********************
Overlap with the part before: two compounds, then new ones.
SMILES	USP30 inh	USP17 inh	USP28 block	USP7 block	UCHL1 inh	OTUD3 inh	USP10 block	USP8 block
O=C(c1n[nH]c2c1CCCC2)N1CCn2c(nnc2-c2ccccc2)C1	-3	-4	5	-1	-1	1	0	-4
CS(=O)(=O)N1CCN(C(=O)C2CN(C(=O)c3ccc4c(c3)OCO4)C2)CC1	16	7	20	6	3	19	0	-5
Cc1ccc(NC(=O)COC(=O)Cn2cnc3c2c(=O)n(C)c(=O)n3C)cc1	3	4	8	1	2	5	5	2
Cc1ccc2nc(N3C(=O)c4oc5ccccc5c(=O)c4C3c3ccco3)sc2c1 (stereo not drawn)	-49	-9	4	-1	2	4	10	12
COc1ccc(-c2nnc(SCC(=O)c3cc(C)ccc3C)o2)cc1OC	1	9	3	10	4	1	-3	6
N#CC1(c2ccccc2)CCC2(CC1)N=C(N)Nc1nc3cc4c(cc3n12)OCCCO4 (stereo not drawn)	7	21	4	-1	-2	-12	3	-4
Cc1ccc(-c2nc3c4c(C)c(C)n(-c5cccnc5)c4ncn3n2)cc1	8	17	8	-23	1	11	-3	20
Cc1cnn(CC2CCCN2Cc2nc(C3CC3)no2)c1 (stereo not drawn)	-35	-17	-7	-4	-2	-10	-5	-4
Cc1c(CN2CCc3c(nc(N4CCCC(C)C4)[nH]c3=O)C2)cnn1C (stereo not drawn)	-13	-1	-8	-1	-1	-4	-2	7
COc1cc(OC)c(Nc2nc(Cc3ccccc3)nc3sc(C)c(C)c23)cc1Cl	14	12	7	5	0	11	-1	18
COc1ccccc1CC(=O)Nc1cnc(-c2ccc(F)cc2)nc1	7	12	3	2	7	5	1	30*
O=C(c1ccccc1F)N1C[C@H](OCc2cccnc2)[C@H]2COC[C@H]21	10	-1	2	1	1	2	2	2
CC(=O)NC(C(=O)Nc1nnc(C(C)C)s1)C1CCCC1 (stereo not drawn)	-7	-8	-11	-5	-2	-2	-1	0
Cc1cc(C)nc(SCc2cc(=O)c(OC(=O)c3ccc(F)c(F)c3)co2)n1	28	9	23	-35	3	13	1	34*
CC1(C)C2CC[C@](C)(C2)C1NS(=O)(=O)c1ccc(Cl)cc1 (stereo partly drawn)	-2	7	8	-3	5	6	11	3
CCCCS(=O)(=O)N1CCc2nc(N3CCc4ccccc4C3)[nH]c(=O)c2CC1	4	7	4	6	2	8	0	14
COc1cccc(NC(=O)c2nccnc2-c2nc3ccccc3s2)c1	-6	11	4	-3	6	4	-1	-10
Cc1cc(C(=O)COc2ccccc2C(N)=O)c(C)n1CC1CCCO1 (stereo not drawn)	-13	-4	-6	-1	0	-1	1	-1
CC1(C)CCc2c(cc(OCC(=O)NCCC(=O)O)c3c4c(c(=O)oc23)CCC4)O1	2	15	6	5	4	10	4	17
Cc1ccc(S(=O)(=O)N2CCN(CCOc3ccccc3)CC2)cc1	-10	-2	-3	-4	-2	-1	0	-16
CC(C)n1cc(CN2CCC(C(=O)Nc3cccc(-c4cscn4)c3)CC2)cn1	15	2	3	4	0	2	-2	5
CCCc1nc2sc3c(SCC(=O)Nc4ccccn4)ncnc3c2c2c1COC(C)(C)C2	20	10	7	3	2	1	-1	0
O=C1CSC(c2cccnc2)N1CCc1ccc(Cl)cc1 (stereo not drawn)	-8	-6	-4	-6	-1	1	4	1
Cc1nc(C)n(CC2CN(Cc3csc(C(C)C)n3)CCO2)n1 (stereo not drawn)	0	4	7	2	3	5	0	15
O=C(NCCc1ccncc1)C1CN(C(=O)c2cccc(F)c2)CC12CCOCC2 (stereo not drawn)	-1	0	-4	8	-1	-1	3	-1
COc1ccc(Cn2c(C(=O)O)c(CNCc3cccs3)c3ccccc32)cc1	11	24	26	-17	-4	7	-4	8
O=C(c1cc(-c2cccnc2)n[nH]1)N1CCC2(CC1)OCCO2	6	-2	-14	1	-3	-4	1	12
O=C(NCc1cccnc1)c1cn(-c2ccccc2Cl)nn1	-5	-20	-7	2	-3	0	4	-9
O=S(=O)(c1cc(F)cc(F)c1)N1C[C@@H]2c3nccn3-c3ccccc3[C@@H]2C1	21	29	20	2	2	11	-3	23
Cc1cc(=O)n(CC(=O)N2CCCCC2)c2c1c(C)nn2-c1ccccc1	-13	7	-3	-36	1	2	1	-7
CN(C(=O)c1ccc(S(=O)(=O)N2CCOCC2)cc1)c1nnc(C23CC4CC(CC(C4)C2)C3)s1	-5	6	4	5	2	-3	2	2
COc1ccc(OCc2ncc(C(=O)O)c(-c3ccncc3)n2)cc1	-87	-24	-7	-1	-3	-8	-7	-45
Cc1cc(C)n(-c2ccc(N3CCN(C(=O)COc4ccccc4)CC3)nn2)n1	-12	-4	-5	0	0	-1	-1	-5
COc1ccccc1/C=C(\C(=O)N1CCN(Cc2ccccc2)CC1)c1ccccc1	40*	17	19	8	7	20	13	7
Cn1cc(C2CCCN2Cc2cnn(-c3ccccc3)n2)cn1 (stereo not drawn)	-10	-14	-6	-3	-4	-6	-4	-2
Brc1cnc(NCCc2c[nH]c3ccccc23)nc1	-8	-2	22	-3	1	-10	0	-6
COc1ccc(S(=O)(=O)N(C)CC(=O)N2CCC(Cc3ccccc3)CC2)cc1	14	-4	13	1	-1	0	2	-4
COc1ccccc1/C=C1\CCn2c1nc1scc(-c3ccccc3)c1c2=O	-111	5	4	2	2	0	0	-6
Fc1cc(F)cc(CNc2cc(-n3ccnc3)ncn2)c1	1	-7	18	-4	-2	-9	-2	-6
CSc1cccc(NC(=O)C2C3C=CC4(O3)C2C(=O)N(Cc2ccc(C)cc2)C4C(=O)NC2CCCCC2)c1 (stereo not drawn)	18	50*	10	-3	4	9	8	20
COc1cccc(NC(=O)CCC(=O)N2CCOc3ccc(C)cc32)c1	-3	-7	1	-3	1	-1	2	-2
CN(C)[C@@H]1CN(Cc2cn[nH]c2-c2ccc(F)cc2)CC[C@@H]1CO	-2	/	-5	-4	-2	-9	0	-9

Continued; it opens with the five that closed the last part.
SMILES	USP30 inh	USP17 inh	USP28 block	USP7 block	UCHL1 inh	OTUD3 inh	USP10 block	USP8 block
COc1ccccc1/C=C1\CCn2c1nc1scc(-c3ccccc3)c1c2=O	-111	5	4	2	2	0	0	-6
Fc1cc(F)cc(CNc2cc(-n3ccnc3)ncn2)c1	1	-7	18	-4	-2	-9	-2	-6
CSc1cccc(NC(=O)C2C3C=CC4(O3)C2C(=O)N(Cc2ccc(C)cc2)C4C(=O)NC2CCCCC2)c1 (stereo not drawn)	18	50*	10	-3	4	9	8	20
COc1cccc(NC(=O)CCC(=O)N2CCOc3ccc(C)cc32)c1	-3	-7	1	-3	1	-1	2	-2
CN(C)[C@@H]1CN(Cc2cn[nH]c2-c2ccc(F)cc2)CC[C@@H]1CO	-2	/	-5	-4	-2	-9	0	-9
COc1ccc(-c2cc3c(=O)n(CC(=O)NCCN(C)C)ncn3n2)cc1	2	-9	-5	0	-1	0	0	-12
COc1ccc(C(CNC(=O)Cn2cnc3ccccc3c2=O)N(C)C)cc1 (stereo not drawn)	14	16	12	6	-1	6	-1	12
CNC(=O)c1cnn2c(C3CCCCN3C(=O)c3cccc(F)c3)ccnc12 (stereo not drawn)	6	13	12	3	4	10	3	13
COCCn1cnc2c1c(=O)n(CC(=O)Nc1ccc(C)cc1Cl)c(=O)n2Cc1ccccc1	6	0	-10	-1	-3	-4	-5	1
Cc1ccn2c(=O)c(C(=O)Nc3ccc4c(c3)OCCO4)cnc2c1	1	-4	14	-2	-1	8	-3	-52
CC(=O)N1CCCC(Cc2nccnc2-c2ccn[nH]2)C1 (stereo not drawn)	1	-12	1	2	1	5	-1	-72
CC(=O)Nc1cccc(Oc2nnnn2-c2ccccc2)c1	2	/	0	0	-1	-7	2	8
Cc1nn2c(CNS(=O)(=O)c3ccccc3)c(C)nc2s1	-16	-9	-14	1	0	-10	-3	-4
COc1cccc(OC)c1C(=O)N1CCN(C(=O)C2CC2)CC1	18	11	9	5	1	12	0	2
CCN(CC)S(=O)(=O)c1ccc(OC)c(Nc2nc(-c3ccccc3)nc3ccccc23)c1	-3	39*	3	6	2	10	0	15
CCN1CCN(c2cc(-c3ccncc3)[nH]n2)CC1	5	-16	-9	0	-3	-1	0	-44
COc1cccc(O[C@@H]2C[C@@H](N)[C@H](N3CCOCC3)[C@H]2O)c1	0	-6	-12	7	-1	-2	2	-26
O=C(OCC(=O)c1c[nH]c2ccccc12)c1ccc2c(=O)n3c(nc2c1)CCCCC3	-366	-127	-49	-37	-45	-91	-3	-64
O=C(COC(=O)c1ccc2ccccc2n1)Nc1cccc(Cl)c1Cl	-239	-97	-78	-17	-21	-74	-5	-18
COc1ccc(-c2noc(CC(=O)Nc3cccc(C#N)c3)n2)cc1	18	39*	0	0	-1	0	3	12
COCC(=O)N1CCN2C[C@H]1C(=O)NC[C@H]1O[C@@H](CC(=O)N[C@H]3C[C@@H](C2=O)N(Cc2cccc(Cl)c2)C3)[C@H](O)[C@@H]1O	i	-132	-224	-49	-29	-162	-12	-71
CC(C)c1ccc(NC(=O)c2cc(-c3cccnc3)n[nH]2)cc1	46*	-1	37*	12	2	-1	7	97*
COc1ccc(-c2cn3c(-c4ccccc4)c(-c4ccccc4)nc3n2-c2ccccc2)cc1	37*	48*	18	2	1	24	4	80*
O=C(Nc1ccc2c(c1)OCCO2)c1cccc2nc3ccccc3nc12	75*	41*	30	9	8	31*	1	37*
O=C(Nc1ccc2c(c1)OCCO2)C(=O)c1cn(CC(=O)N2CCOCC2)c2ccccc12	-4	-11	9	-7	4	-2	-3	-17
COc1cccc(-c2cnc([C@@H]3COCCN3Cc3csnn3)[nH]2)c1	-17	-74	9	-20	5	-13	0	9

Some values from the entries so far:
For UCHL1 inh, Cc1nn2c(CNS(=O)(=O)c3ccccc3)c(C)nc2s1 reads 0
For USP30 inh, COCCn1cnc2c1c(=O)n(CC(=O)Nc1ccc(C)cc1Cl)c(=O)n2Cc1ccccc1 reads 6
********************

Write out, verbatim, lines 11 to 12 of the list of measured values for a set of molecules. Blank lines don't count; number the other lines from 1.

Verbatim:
Cc1c(CN2CCc3c(nc(N4CCCC(C)C4)[nH]c3=O)C2)cnn1C (stereo not drawn)	-13	-1	-8	-1	-1	-4	-2	7
COc1cc(OC)c(Nc2nc(Cc3ccccc3)nc3sc(C)c(C)c23)cc1Cl	14	12	7	5	0	11	-1	18